|New surgeon with some questions
Feb 27, 2010
HI dr bob. I have a general question for you. I'm a surgeon and have recently finished my residency training. As I am in the OR a lot I frequently used sharp instruments, needles, blades... Over my career thus far it has happened to me several times where I rub against an instrument accidentally an have thought about whethe ornithology this has posed any risk to my health. I always practice universal precautions and more times than not I think that I overanalyse the situations because for example my hand may brush up against a tool like a forceps and when I look after surgery I do not have any wound but I can't help think that maybe the instrument pricked me enough to put me at risk. This obviously can happen many times to me in a single surgery. Here are my questions for you: do you think I am overanalyzing the situations? I know that If I were to truly prick myself and induce bleeding then I would contact occupational health so this is reassuring to me. I just don't know when I should really be following up with occupational health because I feel like touching sharp instruments when they do not make me bleed is an insignificant exposure if any and I would know if I really put myself at risk by truly feeling my skin being pricked or cut. Is this a fair assessment. I'd really apreciate to hear what you honk about this. Thanks so much. I will donate to your charity for all your help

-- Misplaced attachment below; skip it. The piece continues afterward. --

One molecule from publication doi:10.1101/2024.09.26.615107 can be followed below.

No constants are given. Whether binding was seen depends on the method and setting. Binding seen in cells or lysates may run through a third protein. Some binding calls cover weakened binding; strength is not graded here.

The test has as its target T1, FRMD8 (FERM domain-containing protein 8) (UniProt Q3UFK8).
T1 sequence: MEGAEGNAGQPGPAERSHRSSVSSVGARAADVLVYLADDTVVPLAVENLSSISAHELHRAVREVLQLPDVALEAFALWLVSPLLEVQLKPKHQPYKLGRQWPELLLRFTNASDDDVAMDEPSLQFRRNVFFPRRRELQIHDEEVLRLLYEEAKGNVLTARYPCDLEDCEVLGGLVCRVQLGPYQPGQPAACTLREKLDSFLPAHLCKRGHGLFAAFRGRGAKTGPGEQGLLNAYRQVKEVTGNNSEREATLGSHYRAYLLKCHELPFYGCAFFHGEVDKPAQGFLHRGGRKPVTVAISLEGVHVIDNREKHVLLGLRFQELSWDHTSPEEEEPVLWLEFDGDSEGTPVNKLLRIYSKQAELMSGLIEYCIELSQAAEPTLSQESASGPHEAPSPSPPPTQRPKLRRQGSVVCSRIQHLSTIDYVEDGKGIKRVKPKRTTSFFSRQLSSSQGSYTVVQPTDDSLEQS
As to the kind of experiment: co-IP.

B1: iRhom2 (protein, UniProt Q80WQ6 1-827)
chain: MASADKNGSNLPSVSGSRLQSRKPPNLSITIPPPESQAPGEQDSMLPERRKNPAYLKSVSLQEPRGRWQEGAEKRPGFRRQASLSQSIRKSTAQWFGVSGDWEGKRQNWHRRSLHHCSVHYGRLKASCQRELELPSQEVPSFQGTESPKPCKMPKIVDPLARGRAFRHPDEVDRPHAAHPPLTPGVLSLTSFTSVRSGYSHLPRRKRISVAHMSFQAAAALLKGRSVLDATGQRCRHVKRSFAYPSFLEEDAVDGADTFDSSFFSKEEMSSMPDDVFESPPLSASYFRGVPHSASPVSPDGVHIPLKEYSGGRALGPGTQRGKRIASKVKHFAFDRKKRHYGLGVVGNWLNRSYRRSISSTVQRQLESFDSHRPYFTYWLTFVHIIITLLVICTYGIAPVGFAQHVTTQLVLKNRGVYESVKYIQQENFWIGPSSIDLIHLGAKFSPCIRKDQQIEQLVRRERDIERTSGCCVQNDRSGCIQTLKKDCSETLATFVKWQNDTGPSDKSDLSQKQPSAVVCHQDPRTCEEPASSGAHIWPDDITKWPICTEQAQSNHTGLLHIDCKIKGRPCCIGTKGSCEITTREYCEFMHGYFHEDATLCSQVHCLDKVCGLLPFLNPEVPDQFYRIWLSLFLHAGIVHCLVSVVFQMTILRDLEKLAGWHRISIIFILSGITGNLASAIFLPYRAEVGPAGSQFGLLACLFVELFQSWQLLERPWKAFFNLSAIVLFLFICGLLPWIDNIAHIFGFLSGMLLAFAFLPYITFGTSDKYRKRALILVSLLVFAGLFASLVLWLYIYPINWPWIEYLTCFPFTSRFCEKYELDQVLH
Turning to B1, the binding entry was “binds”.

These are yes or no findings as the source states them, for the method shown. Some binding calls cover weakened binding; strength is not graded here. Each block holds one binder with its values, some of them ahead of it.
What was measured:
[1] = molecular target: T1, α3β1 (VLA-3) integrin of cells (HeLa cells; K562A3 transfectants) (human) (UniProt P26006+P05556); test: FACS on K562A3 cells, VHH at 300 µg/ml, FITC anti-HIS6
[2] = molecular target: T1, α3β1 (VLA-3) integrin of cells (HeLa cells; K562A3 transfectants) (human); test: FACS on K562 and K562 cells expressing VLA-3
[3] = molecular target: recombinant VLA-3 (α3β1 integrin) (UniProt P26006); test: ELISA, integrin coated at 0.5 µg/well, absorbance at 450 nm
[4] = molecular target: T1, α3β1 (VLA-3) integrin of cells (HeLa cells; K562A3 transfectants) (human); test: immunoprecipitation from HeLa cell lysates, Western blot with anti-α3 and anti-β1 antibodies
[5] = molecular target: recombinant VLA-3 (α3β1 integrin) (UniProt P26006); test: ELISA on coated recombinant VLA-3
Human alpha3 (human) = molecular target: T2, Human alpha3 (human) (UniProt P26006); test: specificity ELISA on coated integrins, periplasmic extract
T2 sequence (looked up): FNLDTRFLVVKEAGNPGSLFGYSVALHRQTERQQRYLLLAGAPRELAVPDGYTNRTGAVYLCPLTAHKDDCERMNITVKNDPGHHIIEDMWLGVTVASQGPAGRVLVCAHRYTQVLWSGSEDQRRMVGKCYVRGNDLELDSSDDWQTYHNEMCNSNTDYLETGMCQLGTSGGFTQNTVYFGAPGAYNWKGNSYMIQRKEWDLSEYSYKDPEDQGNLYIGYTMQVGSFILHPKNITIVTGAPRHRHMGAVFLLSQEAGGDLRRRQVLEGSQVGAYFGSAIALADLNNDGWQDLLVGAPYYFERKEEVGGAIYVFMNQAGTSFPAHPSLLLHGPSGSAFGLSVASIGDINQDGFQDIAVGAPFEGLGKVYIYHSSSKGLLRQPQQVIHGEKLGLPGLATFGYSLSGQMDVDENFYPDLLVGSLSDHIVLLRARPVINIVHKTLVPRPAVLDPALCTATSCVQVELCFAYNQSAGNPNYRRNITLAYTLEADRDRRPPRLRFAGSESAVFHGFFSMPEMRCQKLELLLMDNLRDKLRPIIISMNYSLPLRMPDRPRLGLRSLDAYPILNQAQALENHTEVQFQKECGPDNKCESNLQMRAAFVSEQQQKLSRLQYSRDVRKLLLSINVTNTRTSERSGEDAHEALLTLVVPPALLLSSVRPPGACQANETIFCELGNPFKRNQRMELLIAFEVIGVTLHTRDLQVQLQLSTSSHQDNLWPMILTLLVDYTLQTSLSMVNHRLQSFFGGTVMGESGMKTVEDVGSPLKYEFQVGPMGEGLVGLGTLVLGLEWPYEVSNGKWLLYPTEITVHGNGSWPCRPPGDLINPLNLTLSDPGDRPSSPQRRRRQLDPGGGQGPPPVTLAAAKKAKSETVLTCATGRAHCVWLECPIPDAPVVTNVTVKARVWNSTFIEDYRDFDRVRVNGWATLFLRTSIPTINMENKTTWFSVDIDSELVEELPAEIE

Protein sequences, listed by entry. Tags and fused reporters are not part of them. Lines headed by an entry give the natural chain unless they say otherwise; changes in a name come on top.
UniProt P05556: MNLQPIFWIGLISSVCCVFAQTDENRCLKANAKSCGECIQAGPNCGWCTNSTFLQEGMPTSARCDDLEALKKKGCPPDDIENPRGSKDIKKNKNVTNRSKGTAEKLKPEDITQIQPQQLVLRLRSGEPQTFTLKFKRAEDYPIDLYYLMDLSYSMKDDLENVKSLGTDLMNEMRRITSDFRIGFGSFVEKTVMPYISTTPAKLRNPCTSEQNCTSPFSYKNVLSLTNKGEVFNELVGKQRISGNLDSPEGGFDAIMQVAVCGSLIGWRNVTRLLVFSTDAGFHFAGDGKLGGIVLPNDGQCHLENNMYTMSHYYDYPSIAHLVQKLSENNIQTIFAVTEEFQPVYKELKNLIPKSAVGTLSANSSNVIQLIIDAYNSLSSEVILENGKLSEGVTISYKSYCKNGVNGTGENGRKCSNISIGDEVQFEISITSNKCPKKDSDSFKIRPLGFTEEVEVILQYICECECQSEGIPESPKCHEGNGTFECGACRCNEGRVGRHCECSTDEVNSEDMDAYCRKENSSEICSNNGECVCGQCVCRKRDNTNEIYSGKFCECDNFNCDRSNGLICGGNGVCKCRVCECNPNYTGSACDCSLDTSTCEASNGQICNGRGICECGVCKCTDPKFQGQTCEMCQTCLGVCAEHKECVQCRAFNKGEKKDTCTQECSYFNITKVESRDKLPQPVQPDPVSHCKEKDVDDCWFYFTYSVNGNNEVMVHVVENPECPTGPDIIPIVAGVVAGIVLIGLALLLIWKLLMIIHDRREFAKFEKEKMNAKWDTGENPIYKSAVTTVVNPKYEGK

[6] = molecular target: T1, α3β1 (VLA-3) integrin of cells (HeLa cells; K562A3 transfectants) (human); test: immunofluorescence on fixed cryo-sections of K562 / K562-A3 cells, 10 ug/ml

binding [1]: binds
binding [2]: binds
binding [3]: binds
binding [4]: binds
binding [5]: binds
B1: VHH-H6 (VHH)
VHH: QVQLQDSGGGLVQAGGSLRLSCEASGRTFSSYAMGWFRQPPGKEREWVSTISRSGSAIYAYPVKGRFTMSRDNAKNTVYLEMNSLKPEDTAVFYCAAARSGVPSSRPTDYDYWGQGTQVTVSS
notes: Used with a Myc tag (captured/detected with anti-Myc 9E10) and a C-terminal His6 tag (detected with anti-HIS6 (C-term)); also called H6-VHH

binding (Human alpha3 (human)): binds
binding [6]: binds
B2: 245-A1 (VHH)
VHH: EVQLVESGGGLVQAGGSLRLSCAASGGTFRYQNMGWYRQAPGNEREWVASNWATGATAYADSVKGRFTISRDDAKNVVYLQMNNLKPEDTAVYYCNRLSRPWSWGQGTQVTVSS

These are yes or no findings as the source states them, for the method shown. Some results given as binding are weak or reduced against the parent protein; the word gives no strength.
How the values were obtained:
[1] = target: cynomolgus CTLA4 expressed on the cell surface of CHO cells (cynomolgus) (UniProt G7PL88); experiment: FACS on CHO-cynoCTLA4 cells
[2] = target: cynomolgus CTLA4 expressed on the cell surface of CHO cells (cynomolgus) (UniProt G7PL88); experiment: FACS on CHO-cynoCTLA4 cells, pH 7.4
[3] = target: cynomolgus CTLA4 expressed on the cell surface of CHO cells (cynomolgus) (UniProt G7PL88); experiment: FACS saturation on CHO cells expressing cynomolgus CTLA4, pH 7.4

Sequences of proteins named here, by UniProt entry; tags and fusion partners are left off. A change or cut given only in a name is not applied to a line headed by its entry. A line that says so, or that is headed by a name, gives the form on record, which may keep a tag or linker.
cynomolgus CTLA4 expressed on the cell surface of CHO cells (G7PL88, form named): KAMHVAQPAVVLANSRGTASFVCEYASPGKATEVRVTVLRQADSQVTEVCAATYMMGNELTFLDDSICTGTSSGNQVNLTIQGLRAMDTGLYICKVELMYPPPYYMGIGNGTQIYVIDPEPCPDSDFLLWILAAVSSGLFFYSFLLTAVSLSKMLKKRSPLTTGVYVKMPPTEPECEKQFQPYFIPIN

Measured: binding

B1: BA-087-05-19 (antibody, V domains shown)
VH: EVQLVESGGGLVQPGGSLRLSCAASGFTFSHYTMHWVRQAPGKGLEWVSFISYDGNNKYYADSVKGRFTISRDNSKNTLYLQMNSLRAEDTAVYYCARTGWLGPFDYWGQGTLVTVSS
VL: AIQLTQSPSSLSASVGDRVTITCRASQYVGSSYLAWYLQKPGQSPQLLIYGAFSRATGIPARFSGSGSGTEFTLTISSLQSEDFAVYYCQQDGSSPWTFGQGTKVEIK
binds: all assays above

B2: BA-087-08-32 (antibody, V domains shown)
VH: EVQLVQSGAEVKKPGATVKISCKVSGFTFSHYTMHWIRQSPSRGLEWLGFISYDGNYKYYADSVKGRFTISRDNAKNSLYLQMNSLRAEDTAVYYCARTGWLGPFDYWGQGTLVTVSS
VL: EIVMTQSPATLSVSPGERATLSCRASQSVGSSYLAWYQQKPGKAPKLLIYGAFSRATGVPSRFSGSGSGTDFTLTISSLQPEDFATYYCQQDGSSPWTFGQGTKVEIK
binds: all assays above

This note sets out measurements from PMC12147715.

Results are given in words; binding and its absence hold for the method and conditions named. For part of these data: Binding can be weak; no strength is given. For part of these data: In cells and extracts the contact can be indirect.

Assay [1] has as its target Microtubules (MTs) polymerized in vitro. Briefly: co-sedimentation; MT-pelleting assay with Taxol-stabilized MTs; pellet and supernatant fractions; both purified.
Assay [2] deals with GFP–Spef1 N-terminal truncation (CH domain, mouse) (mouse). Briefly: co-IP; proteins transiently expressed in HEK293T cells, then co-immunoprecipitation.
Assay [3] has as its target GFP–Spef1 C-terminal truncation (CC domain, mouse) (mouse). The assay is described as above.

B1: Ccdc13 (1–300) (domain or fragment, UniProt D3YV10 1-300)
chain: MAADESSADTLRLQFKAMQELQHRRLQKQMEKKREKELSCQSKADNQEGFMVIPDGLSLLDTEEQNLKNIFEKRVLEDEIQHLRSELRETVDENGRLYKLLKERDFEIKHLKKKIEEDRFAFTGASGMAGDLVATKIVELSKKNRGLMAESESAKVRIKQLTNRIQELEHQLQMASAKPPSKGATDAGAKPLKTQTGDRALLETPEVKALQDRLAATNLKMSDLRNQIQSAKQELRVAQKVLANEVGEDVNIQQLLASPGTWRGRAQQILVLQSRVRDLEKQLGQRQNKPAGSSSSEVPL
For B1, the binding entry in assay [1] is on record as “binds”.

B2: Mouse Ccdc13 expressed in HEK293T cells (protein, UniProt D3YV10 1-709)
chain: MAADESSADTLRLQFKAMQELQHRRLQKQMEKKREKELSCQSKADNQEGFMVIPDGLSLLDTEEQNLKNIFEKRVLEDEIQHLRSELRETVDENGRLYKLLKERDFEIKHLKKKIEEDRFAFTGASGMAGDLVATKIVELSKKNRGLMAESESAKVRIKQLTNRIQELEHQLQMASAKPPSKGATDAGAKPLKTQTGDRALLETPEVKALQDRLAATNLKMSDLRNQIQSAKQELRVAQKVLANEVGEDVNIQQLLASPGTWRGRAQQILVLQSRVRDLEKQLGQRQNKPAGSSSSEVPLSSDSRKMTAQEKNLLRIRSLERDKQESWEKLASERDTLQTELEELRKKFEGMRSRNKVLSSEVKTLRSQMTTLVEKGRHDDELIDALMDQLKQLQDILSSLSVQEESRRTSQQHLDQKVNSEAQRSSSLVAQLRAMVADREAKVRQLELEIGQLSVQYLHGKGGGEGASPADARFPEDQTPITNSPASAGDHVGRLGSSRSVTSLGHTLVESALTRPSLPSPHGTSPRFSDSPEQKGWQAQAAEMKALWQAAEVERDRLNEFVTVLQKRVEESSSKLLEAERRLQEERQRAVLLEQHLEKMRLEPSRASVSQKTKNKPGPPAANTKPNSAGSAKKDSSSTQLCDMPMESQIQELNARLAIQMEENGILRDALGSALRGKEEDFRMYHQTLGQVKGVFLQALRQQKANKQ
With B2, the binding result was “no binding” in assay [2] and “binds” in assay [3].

| Response from Dr. Frascino
Hello New Surgeon,
Congratulations on finishing your residency!
Regarding your post, you wrote you ". . . rub against an instrument accidentally and have thought about whethe ornithology . . . ." Hmm. Whethe ornithology??? OK, if you say so.
Responding to your specific questions:
1. Yes, you are definitely "overanalyzing." It must be you are harboring some irrational fears of contracting HIV. (You do understand, for instance, your risk for contracting hepatitis is much higher, right?)
2. Yes, if you actually do sustain a needle stick or laceration, you would indeed realize it and should be evaluated by occupational health.
Thanks for your support of The Robert James Frascino AIDS Foundation (www.concertedeffort.org). It's warmly appreciated. If you find it difficult to shake your unwarranted worries, consider getting counseling. It really is beneficial and could help you confront and conquer the problem before it gets worse and starts to affect your career as a "heal with steel" surgeon!
Good luck. Be well.
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